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07.17.12Martha Golea

Summer Entertainment Series: Animation + Activism

Pocahontasimage from Stephh922 on flickr

Is it fair to say most little girls aren’t programmed to love the color brown? From birth, girls know brown usually equals healthy, sensible, or old fashioned (like Cheerios, khaki pants, and wooden blocks). Some grow to love it, but it may take years.

So what was Disney thinking in 1995 when they released Pocahontas, an animated movie starring an eco-friendly princess in a plain brown tunic? The princess-in-pastel-gown-gets-rescued-by-handsome-prince formula had always been their bread and butter, but Pocahontas seriously threw a wrench in that plan. This girl was a passionate activist who was willing to give up anything to save her land from being mined, her tribe from going to war, and her man from execution. Oh and don’t forget she sang one of the most popular movie songs in Disney history, Colors of the Wind.

But is she on any of the Disney Princess merchandise? Rarely. Does your 5 year old know who she is? Doubtful. Why not?

I have 2 theories.

  1. It’s that brown tunic. Practical for paddling a canoe but terrible for printing on lunch boxes.
  2. Pocahontas was way ahead of her time. Green was just a color in 1995, not a lifestyle, not a global movement, and definitely not a popular topic for animated movies.

What’s around the river bend?

Lately, however, environmental themes are popping up all over in kids’ movies. Rango, Wall-E, Astro Boy, A Turtle’s Tale, Happy Feet, I’m sure the list goes on.

In some, the agenda is so lofty it will be completely lost on children and possibly even obnoxious to parents, but others emphasize simple topics that kids can understand and do something about. Rango may not inspire your 8 year old to revolt against golf course irrigation but A Turtle’s Tale may make her aware of what causes pollution, and both will provide a little sustainable entertainment on a hot summer day. Two thumbs up.

Do you have a favorite animated film with an environmental message, or does activism in kids’ movies drive you nuts? Let me know in the comments.

Martha Golea - Check out my other posts and follow me on Twitter @MarGoH2O or @VCh2o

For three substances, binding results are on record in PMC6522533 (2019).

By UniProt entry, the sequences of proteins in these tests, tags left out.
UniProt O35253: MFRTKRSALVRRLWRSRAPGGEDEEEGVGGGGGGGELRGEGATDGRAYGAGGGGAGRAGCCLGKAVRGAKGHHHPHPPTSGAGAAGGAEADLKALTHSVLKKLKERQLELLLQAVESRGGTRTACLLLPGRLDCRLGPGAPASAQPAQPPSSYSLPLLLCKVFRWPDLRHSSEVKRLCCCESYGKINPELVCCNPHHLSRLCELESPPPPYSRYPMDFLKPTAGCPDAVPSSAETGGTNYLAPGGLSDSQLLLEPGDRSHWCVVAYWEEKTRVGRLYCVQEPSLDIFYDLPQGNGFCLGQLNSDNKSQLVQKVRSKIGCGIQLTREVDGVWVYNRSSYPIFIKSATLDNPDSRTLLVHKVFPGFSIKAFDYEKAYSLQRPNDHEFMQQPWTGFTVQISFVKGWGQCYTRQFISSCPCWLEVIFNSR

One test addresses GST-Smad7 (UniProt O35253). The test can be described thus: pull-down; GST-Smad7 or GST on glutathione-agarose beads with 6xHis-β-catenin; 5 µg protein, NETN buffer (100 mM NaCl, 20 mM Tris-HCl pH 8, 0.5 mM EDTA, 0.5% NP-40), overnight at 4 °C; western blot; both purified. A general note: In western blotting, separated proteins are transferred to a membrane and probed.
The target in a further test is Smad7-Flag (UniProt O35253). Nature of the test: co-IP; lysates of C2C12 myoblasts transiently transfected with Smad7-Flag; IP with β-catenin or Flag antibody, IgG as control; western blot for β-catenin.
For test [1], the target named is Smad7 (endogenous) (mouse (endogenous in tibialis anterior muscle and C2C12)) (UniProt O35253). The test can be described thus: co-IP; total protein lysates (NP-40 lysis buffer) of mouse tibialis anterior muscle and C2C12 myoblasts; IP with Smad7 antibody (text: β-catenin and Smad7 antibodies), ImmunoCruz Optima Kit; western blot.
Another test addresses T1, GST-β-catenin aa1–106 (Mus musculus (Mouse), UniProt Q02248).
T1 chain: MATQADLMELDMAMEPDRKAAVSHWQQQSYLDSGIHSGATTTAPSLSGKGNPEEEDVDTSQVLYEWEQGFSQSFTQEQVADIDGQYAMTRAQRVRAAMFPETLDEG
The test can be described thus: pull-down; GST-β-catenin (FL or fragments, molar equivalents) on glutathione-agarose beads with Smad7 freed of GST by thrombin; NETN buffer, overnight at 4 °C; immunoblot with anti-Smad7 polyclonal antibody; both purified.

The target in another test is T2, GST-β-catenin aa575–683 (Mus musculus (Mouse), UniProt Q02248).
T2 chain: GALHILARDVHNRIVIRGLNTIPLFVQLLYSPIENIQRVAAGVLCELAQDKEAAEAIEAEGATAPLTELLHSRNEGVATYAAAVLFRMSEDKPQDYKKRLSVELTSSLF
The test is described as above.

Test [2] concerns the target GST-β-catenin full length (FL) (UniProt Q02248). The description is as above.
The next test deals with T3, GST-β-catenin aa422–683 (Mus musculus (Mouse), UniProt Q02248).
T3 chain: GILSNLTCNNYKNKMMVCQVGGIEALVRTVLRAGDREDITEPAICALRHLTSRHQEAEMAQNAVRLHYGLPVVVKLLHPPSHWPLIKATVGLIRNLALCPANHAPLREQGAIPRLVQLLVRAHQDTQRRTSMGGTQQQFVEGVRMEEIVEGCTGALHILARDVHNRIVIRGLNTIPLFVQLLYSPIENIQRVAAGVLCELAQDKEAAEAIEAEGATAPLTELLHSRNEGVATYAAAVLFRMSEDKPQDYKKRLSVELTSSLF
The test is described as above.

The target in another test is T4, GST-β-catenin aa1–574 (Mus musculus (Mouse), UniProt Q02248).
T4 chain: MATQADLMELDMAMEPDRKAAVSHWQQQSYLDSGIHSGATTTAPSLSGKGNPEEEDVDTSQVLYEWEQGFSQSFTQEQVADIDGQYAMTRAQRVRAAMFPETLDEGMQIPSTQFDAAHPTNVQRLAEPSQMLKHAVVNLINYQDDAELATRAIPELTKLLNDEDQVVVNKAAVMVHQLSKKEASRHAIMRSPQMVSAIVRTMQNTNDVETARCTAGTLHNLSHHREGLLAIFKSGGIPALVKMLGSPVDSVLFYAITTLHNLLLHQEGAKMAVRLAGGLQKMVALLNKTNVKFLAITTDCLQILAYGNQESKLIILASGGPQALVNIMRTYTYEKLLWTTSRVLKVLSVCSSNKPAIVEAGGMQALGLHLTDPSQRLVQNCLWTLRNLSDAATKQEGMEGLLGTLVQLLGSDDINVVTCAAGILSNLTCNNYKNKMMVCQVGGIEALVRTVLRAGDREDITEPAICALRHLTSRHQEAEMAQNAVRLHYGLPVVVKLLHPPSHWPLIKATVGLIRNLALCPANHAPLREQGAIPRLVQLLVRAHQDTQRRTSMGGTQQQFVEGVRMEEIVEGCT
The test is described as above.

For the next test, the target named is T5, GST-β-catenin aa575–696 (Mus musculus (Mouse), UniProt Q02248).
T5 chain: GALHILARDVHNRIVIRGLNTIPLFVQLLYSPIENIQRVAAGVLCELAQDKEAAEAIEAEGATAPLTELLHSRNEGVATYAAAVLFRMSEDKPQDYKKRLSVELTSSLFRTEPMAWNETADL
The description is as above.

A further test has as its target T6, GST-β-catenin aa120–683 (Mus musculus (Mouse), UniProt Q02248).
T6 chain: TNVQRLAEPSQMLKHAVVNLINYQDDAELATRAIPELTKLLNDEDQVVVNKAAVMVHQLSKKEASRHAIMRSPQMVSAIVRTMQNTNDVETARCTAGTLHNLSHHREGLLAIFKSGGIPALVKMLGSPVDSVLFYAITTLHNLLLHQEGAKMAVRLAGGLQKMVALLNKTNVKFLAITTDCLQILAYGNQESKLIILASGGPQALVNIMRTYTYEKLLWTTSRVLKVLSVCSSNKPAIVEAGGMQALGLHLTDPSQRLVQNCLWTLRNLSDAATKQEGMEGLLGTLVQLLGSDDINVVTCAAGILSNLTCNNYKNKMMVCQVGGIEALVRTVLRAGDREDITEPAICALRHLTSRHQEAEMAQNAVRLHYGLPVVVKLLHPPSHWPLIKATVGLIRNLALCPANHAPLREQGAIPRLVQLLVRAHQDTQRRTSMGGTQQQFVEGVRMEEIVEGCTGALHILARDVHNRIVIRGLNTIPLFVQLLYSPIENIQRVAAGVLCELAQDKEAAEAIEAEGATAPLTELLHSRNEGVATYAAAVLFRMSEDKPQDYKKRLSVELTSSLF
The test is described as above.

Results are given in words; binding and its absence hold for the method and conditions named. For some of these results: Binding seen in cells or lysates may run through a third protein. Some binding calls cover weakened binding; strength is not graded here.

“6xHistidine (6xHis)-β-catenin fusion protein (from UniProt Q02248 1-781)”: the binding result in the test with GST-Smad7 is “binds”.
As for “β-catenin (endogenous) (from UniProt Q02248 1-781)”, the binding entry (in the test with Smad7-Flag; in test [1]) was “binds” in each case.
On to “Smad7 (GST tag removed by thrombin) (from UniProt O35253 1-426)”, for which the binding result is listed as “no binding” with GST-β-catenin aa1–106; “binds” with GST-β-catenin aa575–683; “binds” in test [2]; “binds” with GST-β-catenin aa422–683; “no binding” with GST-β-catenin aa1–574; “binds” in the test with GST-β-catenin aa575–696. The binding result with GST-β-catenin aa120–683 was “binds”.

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Martha Golea

A seasoned communicator and passionate water conservationist, Martha Golea tracks projects in progress and reports on usage of new and exploratory irrigation technology and water management strategies. Martha also regularly contributes content on water management and conservation to Lawn & Landscape Magazine.

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COMMENTS (7)

  1. Tuesday, 1:30 Lauren Hanson

    This post brought me back to childhood. FernGully was one of my favorites growing up, although I did see Happy Feet recently and can’t get enough of that dancing penguin! Thanks for the fun read Martha!

  2. Tuesday, 1:31 Karen Kennedy

    Martha, you hit on several important topics here. I have 2 young girls and they love all of the movies you mention AND they are great champions in our household of recycling and conserving resources. The kiddos sort bottles and cans and we make a special trip to the recycling center to cash them in. And, I am using the very favorite parenting tool of bribary to hold their interest since I let them set a goal on what our recycling bucks will be spent on.

    As far as other movies, The Lorax was a big hit with us this past spring and who doesn’t love TREEs? I was really impressed when our two schools created some extra credit activities around seeing The Lorax and promoting discussions around sustainability. Thanks for this thought provoking topic!

  3. Tuesday, 1:54 Martha Golea

    Lauren, thanks for mentioning Fern Gully! That was another one of my favorites from childhood.

    Karen, it’s great to hear that your kids are so invested in the recycling at your house. I haven’t seen The Lorax yet, so thanks for adding that to the list!

  4. Wednesday, 5:04 Abeer

    The Lurax by Dr.suess was such an inspiration!

  5. Wednesday, 11:16 Ginny

    subliminal seduction? if it’s used in advertising in a negative way, why not use it to instill valuable ideas…like conservation?

    No lunchbox logo…but if you put a little boy in that canoe with the little girl in the brown tunic, you could surely start a song…a boy and a girl in a little canoe with the moon shining all around…ah, I feel the need to get out on the water. Since Dad prefers a kayak these days, I guess we’ll solo kayak in CO…unless I feel talented enough to solo canoe – sure takes less talent than surfing!!

    I hope your blog is making a good difference to many individuals, like it’s been making for me. I wring out my washcloth on top of a plant instead of sending that valuable water down the drain – with only doing one task – my plant appreciates the drink and the water accomplishes two things!

  6. Wednesday, 12:10 Martha Golea

    Mom (Ginny), that’s a great idea to wring your washcloth out over a plant! I’m compiling all of your ideas for a future blog post.
    Now I have the “boy and a girl in a little canoe” song stuck in my head…thanks. :)

  7. Thursday, 10:49 Sid

    The world does tell us that brown is bad. I mean, who doesn’t leave the brown m&m’s till last!

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